“Lyduvenai” - Encyclopedia of Jewish
Communities in Lithuania
(Lyduvėnai, Lithuania)

55° 31' / 23° 05'

Translation of the “Lyduvenai” chapter from
Pinkas Hakehillot Lita

Written by Dov Levin

Published by Yad Vashem

Published in Jerusalem, 1996



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This is a translation from: Pinkas Hakehillot Lita: Encyclopedia of Jewish Communities, Lithuania,
Editor: Prof. Dov Levin, Assistant Editor: Josef Rosin, published by Yad Vashem, Jerusalem.

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(Pages 354-355)


In Yiddish, Liduvyan

Written by Josef Rosin

Translated by Shaul Yannai

A small town in the Raseiniai district.

Year General
1841 283 ..
1923 547 ~90
1940 .. few

Lyduvenai is located in the Samogitia province in northwestern Lithuania, on the right bank of the Dubysa River, about 15 km north of Raseiniai, the district's city. Lyduvenai is mentioned in historical documents from the end of the 15th century. In 1558, King Zigmund August granted the privilege to establish a town next to the estate by name of Lyduvenai, to hold there a weekly market day, and to maintain pubs. In 1662, there were already Jews in the town: 4 men and 4 women, and a few children and elderly. Jews settled in the town mostly after the 1831 Polish rebellion, when the Russians took control of the estate. In 1854, a few Jewish families from Lyduvenai settled in Preni near Siluva, on land that the government provided them free of charge.

During WWI, while Germany occupied Lithuania, the German authorities built a 570 meter long railway line as a bridge above the Dubysa Valley; its height above the river was 42 meters. This bridge was the biggest one in Lithuania.

In 1883, 3 big fires broke out within 2 days in Lyduvenai. 70 Jewish homes burned down; only the Bet Midrash and 2 small houses remained intact.

During the years 1889-1929, the Rabbi who served in the town was Rabbi Avraham-Abeli, the son of Rabbi Ben Tsiyon.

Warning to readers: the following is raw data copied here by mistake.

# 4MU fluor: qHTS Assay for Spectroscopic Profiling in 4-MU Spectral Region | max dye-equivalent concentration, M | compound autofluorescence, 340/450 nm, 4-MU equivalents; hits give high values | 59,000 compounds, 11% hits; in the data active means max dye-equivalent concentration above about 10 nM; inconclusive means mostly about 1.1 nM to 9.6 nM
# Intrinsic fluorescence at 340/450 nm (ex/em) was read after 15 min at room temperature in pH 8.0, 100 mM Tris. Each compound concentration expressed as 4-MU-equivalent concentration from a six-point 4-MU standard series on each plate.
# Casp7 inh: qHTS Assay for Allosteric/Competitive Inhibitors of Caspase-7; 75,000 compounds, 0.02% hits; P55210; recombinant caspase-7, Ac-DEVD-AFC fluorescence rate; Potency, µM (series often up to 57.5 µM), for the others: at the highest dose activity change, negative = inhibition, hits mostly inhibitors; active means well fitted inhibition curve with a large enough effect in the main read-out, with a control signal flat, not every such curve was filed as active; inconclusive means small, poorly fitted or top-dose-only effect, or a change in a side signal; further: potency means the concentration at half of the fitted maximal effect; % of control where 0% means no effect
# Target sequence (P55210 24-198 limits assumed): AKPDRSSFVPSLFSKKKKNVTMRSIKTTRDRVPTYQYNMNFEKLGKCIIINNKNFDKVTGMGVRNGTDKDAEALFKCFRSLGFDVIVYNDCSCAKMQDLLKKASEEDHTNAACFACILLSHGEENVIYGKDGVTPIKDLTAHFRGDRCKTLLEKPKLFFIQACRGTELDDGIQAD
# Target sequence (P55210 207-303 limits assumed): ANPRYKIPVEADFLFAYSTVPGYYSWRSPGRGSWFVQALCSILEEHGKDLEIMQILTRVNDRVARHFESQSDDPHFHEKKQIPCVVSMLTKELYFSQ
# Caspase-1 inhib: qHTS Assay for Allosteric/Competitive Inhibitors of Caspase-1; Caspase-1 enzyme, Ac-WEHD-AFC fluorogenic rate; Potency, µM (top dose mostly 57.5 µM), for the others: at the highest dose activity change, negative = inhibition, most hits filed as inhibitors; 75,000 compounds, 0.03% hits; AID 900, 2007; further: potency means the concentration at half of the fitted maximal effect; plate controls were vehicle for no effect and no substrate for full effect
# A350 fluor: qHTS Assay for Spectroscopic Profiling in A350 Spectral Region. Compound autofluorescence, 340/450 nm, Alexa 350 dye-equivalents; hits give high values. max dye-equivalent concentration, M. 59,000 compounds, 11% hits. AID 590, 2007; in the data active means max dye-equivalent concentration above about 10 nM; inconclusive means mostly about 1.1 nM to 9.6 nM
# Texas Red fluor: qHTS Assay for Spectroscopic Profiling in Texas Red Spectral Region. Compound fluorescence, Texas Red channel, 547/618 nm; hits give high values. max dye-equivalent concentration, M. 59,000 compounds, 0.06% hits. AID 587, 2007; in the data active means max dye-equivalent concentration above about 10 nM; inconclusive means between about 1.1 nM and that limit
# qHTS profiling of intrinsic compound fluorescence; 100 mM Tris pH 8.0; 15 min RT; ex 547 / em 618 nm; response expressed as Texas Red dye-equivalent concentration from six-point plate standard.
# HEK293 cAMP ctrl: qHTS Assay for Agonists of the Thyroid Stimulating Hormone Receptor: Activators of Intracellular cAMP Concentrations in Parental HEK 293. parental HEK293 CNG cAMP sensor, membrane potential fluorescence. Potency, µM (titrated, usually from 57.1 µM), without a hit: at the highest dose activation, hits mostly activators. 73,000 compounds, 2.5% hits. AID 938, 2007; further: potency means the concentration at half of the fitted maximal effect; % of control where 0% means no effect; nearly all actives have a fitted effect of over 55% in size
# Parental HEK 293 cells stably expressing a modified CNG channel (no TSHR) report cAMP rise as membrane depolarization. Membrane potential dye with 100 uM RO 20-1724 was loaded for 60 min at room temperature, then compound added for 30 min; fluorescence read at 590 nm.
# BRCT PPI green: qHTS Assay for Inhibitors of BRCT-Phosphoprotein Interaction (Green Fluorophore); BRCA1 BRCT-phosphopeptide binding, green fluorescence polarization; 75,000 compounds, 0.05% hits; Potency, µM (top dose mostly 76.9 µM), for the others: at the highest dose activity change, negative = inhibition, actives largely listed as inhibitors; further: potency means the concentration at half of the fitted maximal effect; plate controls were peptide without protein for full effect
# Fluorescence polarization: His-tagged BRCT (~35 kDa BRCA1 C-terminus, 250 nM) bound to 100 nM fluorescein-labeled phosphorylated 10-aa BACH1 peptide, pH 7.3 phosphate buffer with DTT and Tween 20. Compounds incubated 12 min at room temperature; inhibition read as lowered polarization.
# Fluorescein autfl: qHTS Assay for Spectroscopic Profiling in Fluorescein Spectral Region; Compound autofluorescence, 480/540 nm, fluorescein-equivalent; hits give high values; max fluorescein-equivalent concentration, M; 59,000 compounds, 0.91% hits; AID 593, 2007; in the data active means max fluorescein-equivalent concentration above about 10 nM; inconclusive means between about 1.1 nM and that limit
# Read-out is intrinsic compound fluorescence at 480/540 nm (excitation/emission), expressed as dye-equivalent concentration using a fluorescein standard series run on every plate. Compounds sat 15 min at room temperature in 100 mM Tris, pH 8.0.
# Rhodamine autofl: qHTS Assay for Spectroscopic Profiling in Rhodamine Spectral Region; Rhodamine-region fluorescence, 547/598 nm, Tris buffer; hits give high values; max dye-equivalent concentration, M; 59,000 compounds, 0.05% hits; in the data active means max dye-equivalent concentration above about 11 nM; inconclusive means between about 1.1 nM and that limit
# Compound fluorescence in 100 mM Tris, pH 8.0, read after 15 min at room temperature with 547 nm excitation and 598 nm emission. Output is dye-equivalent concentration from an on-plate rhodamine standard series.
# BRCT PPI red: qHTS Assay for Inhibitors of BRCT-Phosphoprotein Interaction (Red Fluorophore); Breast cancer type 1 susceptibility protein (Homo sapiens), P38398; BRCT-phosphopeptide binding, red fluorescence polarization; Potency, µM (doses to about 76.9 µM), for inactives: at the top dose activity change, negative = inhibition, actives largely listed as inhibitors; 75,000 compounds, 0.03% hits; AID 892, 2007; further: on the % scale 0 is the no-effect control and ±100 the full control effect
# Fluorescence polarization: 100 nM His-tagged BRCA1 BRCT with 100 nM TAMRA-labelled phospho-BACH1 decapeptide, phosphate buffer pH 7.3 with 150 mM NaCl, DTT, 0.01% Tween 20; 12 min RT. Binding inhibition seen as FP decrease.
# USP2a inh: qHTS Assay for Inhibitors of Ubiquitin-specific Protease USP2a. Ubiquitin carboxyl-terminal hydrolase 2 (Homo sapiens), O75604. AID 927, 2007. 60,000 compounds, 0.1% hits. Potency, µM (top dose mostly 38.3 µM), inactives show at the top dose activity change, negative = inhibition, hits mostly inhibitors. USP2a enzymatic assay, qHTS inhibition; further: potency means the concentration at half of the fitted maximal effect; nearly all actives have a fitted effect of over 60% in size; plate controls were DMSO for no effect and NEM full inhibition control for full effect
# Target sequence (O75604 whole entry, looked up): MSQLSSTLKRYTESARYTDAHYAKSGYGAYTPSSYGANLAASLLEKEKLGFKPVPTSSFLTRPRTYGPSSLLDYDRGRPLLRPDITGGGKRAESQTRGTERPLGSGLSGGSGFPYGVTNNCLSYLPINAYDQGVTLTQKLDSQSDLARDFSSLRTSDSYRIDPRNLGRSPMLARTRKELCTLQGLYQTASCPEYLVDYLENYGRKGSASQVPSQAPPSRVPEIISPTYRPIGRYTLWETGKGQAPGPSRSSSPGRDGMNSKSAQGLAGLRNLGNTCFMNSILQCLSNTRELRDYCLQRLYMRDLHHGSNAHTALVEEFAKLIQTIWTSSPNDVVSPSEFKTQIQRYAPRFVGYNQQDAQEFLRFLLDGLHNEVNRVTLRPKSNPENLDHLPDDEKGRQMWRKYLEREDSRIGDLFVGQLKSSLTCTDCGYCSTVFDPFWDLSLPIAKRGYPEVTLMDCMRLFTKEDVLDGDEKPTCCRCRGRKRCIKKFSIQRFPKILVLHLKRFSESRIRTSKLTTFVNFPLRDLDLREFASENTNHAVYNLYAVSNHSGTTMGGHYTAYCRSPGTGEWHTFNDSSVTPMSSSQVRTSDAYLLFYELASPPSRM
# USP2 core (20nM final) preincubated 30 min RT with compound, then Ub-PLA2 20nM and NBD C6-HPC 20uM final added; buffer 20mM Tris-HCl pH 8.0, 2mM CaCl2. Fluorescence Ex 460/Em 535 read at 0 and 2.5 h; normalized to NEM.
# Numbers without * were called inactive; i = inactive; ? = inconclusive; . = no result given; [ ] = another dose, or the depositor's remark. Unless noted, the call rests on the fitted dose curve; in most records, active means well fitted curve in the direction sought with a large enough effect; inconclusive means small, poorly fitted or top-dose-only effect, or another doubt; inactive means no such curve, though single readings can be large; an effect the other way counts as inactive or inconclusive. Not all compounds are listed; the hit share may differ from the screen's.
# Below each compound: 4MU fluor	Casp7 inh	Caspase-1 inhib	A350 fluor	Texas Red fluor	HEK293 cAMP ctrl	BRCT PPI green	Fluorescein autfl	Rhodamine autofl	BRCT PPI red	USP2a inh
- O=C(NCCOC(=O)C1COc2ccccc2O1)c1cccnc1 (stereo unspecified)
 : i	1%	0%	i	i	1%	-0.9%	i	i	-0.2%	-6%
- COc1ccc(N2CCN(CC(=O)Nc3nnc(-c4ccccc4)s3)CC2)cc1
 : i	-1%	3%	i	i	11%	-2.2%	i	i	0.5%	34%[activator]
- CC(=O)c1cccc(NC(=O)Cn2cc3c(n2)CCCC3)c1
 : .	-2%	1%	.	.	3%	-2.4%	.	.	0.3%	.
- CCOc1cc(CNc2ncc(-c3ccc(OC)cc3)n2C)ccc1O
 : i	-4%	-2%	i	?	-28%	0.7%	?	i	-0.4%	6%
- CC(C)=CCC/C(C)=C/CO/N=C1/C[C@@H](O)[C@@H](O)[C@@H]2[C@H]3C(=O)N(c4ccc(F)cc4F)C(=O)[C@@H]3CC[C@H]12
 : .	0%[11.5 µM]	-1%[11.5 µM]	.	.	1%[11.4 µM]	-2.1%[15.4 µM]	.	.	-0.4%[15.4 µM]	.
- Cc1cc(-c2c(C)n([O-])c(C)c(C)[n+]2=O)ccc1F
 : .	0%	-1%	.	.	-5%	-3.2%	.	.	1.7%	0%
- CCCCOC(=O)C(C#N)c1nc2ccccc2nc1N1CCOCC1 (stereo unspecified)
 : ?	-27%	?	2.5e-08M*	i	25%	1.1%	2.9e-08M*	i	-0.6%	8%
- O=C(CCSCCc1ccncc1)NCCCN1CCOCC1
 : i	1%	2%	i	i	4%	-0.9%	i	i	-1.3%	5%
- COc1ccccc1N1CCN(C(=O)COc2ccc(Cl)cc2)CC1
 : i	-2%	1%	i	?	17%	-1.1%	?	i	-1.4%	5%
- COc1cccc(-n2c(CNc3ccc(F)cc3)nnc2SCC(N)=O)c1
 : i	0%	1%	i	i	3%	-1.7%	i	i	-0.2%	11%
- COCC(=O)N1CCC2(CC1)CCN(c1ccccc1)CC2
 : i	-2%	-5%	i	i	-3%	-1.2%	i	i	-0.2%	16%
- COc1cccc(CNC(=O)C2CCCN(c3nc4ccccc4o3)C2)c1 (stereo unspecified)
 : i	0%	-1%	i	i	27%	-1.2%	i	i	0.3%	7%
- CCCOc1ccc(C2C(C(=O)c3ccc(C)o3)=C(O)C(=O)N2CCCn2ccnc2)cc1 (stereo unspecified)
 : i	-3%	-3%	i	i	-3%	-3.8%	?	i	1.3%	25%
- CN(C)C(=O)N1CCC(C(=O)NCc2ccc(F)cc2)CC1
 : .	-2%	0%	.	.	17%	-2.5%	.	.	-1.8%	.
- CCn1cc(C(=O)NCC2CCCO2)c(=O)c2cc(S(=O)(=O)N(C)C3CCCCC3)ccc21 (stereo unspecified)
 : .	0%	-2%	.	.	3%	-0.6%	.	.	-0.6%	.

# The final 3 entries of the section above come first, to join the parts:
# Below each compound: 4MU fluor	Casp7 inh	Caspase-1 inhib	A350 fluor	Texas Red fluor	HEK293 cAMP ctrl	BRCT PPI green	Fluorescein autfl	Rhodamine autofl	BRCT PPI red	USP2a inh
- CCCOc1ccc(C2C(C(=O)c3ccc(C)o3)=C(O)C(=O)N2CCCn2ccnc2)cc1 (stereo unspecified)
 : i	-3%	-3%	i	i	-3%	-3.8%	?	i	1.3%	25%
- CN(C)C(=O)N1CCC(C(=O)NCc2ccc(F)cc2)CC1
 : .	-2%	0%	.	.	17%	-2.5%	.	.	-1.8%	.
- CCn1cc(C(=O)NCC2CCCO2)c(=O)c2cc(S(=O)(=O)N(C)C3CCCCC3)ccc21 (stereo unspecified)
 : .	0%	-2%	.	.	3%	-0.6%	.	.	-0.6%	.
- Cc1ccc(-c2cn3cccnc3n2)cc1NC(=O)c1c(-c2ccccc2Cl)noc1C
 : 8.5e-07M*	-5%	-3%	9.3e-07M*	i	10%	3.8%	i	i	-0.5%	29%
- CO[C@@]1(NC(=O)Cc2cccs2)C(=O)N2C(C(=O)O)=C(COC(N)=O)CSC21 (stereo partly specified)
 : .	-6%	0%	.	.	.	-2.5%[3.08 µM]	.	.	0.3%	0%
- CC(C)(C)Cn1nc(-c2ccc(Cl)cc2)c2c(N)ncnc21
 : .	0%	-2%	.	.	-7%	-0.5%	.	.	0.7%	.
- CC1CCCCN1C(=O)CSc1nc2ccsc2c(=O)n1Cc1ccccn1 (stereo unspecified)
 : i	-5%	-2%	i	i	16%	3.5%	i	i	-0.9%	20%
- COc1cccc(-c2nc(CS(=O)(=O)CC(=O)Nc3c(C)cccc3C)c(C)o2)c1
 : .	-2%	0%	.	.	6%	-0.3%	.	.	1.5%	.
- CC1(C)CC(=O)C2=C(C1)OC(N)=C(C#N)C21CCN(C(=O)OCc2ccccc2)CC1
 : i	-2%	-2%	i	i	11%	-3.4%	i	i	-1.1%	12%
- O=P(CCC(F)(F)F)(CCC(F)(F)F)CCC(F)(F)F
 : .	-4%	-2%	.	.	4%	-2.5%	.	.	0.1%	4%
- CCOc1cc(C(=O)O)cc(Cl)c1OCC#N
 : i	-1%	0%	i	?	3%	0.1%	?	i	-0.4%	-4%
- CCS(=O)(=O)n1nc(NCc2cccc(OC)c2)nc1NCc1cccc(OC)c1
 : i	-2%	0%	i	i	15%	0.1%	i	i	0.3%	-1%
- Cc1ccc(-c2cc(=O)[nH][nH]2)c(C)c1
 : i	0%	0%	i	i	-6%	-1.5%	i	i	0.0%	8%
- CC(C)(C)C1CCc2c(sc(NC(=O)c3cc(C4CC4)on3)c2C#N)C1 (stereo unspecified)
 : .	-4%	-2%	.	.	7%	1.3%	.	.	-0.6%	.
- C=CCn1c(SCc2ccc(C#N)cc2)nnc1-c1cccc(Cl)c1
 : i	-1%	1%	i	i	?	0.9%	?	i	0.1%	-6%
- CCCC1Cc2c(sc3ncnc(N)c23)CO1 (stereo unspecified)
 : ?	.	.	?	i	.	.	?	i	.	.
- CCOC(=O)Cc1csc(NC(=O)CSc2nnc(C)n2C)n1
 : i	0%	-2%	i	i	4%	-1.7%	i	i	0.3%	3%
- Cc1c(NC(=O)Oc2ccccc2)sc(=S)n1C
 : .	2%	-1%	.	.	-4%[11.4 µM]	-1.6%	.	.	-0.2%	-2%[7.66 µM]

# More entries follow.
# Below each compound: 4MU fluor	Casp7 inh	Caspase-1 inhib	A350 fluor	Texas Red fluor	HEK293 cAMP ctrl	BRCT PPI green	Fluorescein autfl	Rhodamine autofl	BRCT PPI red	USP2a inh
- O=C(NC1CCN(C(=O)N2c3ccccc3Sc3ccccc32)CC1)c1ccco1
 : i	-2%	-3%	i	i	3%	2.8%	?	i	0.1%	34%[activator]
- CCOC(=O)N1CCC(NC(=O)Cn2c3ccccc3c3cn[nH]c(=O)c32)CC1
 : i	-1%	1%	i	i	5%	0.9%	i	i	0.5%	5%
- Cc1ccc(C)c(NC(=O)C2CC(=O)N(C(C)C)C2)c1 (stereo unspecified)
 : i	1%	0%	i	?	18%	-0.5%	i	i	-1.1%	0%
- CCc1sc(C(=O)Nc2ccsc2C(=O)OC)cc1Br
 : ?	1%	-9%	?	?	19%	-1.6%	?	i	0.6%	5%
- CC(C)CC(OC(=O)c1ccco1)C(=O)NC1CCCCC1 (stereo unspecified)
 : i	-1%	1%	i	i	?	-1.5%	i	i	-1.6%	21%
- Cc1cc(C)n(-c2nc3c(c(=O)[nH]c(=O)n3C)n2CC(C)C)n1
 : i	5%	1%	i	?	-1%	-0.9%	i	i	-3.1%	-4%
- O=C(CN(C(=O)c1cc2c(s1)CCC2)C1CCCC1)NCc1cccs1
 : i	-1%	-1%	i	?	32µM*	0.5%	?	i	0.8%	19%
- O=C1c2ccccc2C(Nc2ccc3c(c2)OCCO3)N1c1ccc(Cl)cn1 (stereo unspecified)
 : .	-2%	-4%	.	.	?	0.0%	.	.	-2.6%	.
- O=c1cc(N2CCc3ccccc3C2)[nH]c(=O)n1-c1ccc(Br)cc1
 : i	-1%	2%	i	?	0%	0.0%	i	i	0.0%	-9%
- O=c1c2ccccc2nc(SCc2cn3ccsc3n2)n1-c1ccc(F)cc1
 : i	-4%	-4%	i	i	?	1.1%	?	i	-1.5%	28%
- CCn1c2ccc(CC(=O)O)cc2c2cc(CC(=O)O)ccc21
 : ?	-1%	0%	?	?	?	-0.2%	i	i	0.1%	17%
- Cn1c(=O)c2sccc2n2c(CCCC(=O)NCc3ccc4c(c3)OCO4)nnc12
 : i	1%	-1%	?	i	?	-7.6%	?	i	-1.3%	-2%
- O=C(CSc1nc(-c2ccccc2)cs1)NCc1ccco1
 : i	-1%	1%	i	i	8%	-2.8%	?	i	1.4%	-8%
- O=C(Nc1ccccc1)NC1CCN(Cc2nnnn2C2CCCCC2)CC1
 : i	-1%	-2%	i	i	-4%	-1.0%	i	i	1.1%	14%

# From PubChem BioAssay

When Independent Lithuania was established, approximately 90 Jews resided in Lyduvenai. In October, 1922, 45 Jews from the town voted to the first Lithuanian Seimas. The Zionist party received 35 votes, “Akhdut” (Agudat Yisrael) – 7 votes, and the Democrats – 3.

During the period under discussion, the number of Jews in the town declined gradually; on the eve of WWII, only a few dozen Jews remained in Lyduvenai and in the villages in the surrounding areas. 12 Jews from the town voted to the 19th Zionist Congress; apparently, they made up the entire adult Jewish population there. 8 voted for the Grossmanists and 4 for the Mizrakhi.

In 1937, there was a shoemaker in the town. In 1939, the town had 5 telephones. One of the latter was owned by a Jew who owned a sawmill and a flourmill.

In 1940, when Lithuania was annexed by the Soviet Union and it became a Soviet republic, the commerce was nationalized and all Zionist activities were forbidden.

We do not have an account of what happened to the Jews that were in Lyduvenai after the Germans entered the town a few days after Germany invaded the Soviet Union. We can assume that they were murdered and buried in one of the mass graves that are located near the town. On August 15 and 16, 1941, a group of about 100 Jews were taken out of Siluva and the surrounding areas, and was led to Padubysys, a distance of about 6 km from Lyduvanai, and were murdered and buried there in a mass grave. Another mass grave is located in the sand pits near the village of Ribukai, approximately 1 km northeast of Lyduvenai; about 300 Jews were murdered there on August 21, 1941 (28 Av, 5701).

At the beginning of the 1990's, a memorial plaque with an inscription in Yiddish was erected at the murder site. The inscription reads: “In this place, during the days of August 15-16, 1941, Hitler's murderers and their local collaborators murdered approximately 120 Jewish men, women and children from Padubysys, Lyduvenai, and Bulavenai”.


Yad Vashem Archives, Jerusalem, files, Z-4/2548, 55/1701, 55/1788, 13/15/131.
YIVO - Lithuanian Communities' Collection, file 1525, pp. 69551, 69554.
Masines Zudynes Lietuvoje (Mass Murders in Lithuania), Volume 2, p. 402.

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